Lainey! Lainey! Lainey! Triple threat—writer, vocalist, live performer—and quintuple winner, hardworking farmer’s daughter Lainey Wilson repeated as Female Vocalist at the 2023 Country Music Association Awards and won her first Album of the Year for Bell Bottom Country, a coveted award to be sure. But the real stunner was the Baskin, Louisianan’s triumph in Entertainer of the Year, a win many were deeming an upset.

Far more than a how-many-tickets-do-they-sell award, Nashville views the Entertainer of the Year as a way to reward an artist of singular creativity, resonant impact and taking the genre and what it represents to new heights; representing country music in strong ways around the world.

After a dozen-year rise, finally breaking through after living in an RV outside a studio, creating breaks and always believing in her dream, Wilson’s unique, Loretta Lynn-esque songwriting style, Jay Joyce-honed production sound that is as classic country as it gets and winning believe-in-yourself persona resonated with voters. Casting their ballots for someone who’s a brilliant writer and vocalist, building it day-by-day, spoke to a belief in a rigorous creativity and work-for-it commitment.

Wilson also won Musical Event and Music Video of the Year for “Wait in the Truck,” the powerful domestic violence retribution anthem duet with HARDY. Handed out on Good Morning America earlier that morning, it started her five-win day out with momentum.

Talking about Dolly Parton’s inspiration and advice backstage, Wilson acknowledged the importance of staying true to one’s individuality and taking risks. She also noted what an exciting time it is to be in country music, citing her peers and emerging superstars Morgan Wallen, Luke Combs, HARDY, Ashley McBryde and Kelsea Ballerini, among several.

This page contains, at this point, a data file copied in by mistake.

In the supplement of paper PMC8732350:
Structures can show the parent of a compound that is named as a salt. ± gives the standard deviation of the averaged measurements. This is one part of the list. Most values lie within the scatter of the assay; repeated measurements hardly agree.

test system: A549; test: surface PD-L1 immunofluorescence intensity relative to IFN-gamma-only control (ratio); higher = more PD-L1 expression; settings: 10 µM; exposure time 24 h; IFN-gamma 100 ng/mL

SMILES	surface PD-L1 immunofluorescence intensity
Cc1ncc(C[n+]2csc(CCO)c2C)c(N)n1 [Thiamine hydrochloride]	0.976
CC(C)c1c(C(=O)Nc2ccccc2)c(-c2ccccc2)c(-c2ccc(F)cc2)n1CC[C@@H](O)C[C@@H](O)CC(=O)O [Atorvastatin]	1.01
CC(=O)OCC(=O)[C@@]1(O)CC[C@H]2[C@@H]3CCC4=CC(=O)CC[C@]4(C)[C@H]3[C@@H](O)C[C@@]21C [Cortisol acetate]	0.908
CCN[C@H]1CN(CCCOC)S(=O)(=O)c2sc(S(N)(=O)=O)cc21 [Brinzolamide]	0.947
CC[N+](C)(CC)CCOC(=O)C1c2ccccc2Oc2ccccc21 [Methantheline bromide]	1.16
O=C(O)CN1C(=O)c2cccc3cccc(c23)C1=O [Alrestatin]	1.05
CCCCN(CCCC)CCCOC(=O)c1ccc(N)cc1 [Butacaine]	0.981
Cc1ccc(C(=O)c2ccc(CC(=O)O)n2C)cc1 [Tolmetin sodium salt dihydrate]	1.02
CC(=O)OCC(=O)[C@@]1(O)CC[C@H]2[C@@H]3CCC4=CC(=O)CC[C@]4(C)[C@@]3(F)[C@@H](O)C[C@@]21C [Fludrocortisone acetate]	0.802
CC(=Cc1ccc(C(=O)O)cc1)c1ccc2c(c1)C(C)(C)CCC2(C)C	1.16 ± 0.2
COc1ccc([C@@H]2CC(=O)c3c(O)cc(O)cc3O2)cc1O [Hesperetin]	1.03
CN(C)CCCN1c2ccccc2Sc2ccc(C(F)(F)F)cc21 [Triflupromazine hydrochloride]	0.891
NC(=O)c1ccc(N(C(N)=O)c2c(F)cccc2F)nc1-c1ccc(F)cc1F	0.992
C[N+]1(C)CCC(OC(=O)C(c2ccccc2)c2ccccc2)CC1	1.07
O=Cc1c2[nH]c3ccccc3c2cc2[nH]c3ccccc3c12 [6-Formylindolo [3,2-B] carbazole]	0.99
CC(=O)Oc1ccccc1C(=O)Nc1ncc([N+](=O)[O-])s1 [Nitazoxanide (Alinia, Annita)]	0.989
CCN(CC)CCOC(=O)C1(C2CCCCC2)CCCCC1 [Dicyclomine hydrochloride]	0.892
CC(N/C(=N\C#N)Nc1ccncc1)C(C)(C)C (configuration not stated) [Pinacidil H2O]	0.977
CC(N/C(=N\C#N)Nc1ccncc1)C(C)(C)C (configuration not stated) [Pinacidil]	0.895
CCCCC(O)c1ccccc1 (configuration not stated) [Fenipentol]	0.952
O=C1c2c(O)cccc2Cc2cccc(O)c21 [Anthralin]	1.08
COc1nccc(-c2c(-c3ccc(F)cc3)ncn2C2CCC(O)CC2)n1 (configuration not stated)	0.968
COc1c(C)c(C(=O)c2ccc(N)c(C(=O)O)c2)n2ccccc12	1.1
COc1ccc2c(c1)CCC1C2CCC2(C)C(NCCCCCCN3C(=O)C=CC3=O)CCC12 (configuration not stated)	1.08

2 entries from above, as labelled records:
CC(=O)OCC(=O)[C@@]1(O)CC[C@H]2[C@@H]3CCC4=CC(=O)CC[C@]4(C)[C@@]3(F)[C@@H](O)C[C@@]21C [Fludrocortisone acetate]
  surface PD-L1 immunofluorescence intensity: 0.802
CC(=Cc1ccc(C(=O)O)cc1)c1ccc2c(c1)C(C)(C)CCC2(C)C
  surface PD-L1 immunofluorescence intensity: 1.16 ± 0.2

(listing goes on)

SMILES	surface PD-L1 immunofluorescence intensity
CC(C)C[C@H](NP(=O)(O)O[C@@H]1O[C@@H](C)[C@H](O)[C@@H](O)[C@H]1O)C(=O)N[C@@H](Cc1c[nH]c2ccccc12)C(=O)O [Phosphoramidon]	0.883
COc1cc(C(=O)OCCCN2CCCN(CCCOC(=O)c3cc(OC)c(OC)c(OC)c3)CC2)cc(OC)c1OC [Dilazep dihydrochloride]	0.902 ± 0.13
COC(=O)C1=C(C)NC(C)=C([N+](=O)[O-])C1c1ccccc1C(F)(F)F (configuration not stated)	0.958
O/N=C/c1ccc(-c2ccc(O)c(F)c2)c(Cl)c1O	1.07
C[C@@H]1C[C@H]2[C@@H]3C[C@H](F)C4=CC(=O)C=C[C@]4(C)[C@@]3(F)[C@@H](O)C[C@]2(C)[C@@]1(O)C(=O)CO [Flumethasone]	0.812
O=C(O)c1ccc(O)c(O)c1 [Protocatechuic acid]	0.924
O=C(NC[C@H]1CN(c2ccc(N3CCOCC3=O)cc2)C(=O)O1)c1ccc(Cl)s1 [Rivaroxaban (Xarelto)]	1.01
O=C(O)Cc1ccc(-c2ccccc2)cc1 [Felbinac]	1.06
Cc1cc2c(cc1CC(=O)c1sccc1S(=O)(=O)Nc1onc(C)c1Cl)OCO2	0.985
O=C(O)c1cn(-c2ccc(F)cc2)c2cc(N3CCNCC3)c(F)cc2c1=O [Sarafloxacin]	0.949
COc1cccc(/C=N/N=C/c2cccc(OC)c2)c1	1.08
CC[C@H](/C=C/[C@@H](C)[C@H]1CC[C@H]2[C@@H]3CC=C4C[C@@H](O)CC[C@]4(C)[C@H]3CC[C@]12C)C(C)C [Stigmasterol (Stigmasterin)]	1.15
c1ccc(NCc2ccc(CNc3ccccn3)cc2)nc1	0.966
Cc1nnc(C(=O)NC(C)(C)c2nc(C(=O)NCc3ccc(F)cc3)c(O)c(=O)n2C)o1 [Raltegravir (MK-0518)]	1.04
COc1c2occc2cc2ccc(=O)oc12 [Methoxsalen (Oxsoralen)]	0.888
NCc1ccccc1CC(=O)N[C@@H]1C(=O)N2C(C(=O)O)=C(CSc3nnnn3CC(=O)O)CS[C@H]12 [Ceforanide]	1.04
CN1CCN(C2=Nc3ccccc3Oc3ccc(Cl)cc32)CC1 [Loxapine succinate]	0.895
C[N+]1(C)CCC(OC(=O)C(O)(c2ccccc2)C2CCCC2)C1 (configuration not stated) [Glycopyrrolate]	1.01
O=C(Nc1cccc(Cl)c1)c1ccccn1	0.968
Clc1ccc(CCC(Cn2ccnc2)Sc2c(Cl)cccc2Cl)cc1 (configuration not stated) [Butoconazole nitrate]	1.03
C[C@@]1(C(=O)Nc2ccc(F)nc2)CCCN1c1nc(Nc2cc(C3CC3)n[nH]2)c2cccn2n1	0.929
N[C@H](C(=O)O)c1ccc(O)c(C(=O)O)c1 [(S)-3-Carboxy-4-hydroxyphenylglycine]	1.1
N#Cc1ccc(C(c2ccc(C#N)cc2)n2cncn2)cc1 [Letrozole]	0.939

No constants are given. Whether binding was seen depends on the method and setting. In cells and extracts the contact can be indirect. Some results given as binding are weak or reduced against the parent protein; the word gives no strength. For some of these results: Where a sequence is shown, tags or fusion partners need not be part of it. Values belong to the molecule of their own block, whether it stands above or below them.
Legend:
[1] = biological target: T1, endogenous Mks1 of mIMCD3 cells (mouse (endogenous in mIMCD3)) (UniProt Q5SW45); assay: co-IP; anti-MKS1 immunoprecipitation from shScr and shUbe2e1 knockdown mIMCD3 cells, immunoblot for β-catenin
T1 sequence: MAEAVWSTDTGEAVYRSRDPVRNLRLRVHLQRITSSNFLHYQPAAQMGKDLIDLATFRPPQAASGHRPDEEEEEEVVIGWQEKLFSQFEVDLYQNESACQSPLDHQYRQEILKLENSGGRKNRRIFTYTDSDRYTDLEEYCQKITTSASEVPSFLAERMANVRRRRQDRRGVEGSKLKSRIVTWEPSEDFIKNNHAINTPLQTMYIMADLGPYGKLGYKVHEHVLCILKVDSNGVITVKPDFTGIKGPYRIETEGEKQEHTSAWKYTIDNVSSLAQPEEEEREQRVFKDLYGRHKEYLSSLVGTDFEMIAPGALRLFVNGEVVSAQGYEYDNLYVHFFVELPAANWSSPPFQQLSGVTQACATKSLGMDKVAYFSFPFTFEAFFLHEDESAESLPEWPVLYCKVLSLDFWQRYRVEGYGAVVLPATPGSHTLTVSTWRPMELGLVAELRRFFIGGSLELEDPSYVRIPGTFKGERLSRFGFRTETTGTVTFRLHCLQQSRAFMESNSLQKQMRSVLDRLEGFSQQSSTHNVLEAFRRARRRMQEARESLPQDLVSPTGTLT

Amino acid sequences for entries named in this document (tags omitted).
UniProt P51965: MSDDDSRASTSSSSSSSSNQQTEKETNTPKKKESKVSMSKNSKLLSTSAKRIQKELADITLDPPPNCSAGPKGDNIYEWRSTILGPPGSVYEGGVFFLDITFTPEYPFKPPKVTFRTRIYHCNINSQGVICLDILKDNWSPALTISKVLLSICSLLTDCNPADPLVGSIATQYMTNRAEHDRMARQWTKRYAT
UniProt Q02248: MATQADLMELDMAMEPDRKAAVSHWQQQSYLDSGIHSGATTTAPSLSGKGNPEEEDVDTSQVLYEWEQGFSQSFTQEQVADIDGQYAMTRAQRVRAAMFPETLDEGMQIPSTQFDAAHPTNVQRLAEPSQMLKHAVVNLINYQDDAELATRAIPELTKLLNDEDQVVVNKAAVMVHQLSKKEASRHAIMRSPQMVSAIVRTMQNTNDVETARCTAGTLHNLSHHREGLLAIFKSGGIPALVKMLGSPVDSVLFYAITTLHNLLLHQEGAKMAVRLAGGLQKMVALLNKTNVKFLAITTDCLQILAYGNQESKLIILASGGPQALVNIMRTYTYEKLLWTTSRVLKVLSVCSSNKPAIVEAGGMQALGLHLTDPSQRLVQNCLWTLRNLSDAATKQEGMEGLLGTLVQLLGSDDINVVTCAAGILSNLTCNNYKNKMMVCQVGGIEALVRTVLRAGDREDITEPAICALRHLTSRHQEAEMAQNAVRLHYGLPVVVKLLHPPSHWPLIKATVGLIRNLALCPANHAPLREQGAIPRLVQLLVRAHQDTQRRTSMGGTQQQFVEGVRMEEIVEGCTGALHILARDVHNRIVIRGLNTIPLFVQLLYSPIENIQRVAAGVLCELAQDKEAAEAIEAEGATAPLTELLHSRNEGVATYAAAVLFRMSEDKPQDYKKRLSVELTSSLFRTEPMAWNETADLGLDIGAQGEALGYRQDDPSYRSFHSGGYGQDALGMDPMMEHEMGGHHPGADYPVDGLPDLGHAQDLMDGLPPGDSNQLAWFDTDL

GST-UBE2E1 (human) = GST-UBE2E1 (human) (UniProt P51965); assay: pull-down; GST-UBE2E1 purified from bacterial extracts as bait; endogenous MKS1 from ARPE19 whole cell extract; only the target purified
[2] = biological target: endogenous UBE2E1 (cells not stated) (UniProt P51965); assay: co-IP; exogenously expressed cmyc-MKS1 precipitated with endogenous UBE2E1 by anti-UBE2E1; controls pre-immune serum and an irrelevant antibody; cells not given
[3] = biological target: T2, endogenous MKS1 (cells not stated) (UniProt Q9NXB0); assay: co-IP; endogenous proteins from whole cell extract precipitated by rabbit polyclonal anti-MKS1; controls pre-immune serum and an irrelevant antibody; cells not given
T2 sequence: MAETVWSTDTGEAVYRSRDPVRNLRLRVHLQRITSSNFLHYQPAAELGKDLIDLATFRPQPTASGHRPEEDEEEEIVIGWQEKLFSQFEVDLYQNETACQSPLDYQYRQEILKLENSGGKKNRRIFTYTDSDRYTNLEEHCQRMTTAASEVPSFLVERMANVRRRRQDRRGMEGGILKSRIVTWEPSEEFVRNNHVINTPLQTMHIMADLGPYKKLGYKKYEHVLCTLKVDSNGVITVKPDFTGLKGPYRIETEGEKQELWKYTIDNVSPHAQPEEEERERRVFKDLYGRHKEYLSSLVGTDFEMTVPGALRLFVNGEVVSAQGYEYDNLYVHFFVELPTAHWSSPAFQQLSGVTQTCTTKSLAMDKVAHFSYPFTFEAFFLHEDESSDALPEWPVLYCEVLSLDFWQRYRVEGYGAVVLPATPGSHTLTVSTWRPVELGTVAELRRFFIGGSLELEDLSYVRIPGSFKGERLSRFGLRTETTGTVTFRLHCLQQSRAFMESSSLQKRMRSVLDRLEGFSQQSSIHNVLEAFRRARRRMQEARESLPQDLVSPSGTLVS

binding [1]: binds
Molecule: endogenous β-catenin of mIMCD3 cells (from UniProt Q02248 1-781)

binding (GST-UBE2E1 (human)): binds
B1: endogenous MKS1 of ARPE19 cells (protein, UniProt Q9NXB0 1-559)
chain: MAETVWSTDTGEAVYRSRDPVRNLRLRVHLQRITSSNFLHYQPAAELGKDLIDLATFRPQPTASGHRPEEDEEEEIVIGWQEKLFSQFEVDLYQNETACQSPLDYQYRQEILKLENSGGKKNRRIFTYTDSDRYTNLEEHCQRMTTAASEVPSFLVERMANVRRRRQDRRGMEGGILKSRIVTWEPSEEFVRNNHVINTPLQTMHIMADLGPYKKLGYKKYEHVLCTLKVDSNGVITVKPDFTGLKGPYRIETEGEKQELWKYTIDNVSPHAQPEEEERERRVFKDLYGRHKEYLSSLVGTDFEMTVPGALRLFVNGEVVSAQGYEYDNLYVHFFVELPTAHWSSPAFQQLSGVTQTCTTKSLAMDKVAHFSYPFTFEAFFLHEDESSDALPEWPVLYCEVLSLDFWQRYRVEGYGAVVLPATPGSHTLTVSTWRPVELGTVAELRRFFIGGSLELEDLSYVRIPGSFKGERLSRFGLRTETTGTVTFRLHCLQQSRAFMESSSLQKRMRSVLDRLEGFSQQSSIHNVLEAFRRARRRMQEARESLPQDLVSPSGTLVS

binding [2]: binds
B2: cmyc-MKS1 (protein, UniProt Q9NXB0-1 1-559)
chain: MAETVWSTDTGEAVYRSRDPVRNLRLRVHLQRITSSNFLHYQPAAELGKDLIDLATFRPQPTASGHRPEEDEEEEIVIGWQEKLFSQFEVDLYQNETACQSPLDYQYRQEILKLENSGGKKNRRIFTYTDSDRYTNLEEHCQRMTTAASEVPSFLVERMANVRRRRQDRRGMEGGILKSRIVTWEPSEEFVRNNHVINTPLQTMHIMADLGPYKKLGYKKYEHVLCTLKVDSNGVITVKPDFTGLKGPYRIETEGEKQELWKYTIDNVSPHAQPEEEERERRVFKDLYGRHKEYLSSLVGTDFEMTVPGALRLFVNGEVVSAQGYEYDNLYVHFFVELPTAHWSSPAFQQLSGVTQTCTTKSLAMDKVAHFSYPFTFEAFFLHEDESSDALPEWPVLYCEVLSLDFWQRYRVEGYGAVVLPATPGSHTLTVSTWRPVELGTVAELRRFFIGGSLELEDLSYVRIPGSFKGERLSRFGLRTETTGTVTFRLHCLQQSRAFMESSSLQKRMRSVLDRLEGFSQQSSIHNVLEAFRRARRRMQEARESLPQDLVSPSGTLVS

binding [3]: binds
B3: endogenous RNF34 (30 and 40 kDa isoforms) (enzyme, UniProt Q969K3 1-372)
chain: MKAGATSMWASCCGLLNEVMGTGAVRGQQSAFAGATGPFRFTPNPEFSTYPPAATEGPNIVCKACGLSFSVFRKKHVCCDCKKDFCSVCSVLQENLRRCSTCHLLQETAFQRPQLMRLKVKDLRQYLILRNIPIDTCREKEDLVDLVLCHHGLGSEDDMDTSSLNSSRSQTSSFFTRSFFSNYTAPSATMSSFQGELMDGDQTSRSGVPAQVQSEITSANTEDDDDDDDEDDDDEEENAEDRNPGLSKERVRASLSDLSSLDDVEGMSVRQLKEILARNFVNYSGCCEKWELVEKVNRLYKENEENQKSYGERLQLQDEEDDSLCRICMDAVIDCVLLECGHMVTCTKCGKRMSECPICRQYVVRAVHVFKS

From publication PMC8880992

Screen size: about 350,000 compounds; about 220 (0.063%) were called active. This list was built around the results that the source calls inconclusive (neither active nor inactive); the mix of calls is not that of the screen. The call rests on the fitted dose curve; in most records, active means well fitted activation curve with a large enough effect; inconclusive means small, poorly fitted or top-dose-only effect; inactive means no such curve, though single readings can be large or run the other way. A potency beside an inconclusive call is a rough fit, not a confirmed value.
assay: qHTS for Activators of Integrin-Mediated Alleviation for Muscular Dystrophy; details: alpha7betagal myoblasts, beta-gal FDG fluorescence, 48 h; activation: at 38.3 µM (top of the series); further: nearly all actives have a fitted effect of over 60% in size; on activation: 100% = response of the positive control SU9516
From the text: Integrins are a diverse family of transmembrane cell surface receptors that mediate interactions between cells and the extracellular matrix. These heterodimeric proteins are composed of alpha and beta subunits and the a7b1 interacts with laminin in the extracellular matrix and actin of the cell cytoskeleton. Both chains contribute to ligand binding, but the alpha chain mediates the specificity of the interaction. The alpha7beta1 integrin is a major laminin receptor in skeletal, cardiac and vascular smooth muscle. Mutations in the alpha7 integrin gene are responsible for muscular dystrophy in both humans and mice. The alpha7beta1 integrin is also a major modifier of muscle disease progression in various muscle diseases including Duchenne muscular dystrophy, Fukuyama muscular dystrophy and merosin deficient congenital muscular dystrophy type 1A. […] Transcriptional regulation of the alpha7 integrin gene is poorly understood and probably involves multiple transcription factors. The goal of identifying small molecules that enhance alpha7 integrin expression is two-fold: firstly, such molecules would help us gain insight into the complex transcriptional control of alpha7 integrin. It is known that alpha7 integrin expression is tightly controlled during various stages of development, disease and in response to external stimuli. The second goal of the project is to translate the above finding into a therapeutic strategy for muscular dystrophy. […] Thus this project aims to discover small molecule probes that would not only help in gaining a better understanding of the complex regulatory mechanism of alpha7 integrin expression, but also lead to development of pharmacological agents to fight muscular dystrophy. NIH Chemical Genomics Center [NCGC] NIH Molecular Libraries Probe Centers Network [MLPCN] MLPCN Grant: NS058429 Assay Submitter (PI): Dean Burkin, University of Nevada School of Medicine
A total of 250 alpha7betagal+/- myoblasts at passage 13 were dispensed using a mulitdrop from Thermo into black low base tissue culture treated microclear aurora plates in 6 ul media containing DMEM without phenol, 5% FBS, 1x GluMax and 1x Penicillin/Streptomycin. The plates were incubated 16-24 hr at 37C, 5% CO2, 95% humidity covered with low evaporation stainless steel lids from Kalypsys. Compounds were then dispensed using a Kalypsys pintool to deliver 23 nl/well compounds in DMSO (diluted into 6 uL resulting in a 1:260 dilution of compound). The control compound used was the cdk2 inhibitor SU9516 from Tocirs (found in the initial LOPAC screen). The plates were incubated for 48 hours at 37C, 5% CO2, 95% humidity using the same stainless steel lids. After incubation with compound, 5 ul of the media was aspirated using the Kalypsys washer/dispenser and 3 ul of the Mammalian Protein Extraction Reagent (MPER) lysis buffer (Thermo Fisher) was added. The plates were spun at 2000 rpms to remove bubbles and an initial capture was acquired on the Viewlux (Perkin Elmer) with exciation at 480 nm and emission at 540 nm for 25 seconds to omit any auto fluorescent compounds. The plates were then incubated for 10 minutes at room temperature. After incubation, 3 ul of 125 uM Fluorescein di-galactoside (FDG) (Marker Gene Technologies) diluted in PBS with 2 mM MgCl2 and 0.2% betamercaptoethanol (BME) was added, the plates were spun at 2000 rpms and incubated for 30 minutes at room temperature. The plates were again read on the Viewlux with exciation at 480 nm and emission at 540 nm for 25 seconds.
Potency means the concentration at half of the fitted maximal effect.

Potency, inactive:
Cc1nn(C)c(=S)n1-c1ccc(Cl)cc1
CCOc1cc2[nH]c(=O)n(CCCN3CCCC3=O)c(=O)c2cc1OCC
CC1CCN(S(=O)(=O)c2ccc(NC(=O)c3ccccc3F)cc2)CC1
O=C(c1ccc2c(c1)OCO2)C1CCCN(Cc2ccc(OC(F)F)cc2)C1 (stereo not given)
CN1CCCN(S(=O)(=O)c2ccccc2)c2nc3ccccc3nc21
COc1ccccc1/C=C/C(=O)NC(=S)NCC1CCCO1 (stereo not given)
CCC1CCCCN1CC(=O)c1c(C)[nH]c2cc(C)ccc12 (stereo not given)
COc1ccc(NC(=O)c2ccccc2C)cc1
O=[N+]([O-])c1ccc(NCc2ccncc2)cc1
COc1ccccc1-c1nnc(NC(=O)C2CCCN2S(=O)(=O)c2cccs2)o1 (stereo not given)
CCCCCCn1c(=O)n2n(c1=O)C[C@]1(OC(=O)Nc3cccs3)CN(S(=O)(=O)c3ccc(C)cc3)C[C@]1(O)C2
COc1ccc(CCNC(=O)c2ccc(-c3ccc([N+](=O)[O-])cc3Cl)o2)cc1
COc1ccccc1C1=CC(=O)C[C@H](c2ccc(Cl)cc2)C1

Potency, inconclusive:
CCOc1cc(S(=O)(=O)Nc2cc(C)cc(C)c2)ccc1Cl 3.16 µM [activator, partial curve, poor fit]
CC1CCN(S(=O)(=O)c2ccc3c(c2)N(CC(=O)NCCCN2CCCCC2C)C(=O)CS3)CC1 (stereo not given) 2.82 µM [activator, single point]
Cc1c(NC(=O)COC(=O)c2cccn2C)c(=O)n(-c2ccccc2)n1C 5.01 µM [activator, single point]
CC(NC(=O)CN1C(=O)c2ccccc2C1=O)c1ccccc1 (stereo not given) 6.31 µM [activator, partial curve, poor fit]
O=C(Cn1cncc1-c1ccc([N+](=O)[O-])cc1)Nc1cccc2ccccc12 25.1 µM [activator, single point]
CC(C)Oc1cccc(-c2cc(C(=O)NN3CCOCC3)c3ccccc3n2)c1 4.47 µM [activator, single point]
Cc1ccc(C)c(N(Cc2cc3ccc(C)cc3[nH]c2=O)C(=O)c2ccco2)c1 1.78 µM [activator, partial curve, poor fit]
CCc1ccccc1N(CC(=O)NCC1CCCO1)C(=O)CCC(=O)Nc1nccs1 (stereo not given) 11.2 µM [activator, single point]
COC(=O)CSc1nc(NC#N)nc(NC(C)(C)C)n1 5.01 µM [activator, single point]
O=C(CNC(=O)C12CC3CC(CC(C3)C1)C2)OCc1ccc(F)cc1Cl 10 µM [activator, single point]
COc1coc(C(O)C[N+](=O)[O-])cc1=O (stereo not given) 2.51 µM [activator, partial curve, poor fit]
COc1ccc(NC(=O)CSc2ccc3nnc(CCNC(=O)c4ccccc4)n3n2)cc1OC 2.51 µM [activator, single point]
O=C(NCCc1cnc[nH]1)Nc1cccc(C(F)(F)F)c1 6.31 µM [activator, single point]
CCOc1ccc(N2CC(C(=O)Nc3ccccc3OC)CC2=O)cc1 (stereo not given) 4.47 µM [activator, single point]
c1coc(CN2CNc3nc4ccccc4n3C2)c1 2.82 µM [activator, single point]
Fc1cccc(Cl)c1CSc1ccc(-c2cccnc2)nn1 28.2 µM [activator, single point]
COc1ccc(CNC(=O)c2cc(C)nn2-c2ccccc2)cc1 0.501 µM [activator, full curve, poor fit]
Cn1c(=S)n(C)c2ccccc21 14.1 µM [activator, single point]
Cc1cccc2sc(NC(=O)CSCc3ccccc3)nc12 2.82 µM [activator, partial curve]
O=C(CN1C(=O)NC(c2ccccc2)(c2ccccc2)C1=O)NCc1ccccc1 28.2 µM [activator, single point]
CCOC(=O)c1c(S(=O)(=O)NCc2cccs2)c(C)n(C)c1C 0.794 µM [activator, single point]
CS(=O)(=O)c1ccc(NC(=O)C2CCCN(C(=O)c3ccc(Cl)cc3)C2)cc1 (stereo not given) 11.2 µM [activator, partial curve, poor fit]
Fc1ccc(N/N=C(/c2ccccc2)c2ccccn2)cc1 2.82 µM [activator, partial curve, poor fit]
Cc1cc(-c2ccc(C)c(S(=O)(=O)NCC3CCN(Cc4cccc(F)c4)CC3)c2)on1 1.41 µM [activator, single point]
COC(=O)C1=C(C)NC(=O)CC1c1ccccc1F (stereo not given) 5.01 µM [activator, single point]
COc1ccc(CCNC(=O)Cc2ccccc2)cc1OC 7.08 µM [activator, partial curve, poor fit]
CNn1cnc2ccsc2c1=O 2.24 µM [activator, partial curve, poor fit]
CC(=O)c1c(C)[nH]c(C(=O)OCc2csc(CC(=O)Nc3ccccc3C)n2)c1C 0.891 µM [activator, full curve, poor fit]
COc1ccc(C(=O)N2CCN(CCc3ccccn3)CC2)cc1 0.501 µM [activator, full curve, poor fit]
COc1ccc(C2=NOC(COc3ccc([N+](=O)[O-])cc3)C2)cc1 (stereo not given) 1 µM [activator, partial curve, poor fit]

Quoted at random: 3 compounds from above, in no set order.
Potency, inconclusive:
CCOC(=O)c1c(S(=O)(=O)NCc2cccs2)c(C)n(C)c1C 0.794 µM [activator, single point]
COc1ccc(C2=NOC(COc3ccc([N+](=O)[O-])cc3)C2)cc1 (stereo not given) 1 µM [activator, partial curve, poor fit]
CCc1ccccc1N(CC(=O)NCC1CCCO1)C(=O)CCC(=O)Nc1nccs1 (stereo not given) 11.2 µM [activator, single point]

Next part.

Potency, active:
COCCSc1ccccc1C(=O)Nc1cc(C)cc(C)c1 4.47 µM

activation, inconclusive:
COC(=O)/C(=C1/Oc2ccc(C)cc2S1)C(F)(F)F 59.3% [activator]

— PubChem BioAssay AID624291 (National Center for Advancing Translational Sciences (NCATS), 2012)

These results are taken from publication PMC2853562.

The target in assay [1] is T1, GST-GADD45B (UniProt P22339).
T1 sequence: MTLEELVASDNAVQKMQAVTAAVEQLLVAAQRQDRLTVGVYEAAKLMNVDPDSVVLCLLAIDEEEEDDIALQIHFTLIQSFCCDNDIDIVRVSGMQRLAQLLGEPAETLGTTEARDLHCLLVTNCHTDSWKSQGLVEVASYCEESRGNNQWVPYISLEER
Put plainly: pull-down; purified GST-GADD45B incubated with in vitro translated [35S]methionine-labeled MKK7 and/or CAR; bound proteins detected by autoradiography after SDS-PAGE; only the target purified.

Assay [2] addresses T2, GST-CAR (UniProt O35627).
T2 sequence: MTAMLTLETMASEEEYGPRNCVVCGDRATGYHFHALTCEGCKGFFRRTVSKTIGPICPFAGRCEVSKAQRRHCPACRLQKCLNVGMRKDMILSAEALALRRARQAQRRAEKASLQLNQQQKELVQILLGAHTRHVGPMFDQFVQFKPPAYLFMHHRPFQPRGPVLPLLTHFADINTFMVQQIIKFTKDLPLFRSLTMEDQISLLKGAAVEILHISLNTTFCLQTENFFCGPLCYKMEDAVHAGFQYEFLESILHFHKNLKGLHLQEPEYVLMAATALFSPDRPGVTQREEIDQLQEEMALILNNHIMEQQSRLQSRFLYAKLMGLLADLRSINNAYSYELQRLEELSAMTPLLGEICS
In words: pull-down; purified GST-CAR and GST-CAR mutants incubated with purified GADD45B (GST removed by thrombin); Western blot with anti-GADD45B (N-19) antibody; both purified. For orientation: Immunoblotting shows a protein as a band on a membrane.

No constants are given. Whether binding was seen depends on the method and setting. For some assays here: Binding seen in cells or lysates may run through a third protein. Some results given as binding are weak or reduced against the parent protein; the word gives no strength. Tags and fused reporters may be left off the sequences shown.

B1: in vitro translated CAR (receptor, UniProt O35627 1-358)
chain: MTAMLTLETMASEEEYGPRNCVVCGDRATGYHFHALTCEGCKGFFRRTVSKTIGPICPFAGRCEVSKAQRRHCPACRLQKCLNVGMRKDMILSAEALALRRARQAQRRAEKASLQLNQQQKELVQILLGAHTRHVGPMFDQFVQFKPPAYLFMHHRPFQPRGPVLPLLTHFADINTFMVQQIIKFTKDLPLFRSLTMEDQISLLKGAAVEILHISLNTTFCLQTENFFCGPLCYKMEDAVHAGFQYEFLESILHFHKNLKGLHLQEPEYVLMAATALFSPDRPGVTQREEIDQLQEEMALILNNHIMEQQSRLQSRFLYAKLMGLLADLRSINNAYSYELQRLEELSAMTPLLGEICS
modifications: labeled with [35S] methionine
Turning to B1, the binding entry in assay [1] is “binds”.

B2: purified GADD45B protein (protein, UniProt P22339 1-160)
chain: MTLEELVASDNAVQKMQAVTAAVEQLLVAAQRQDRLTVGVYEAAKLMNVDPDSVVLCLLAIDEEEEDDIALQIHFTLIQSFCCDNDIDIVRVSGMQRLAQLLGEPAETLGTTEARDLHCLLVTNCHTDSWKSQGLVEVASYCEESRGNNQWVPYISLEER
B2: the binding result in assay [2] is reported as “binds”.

Even more powerful was her admission—after saying onstage “it feels like country music loves me back”—that she always believed this moment would come. “Those lonely nights in my camper, I was envisioning this,” she explained. “Back then, I was outside the Bridgestone Arena, trying to get a wristband just so I could get down in the pit and close to it. And this is going to sound weird, but I’ve always had a weird sense of peace about this. I always knew. My Momma and Daddy did, too.”

In many ways, the night went exactly as expected. Chris Stapleton won his seventh Male Vocalist of the Year, Old Dominion won their sixth consecutive Vocal Group and Brothers Osborne took home their sixth Vocal Duo.

Fan-favorite Jelly Roll gave the night’s most memorable acceptance speech with a full-on raver that built to a Pentecostal fervor about the power of redemption, gratitude and continuing to believe against all odds. Laughing about being a 39-year-old man winning New Artist, his presence was buoyant and passionate.

Jelly opened the show with Wynonna on his potent emo-country “Need A Favor.” An entire gospel choir—the Grammy-winning Fisk Jubilee Singers—filled the darkened stage as he and the flaming red-haired vocalist shared vocal licks on a song about hanging on even when you’re not sure redemption can be, the humility of surrender and the power of begging for grace.

Jelly also closed the show with K. Michelle on The Judds’ “Love Can Build A Bridge” as a tribute and reminder about the power of coming together. Taken from Broken Bow’s Judds’ tribute, it bookended the rapper-songwriter’s worldview with a hard nod to the genre’s roots.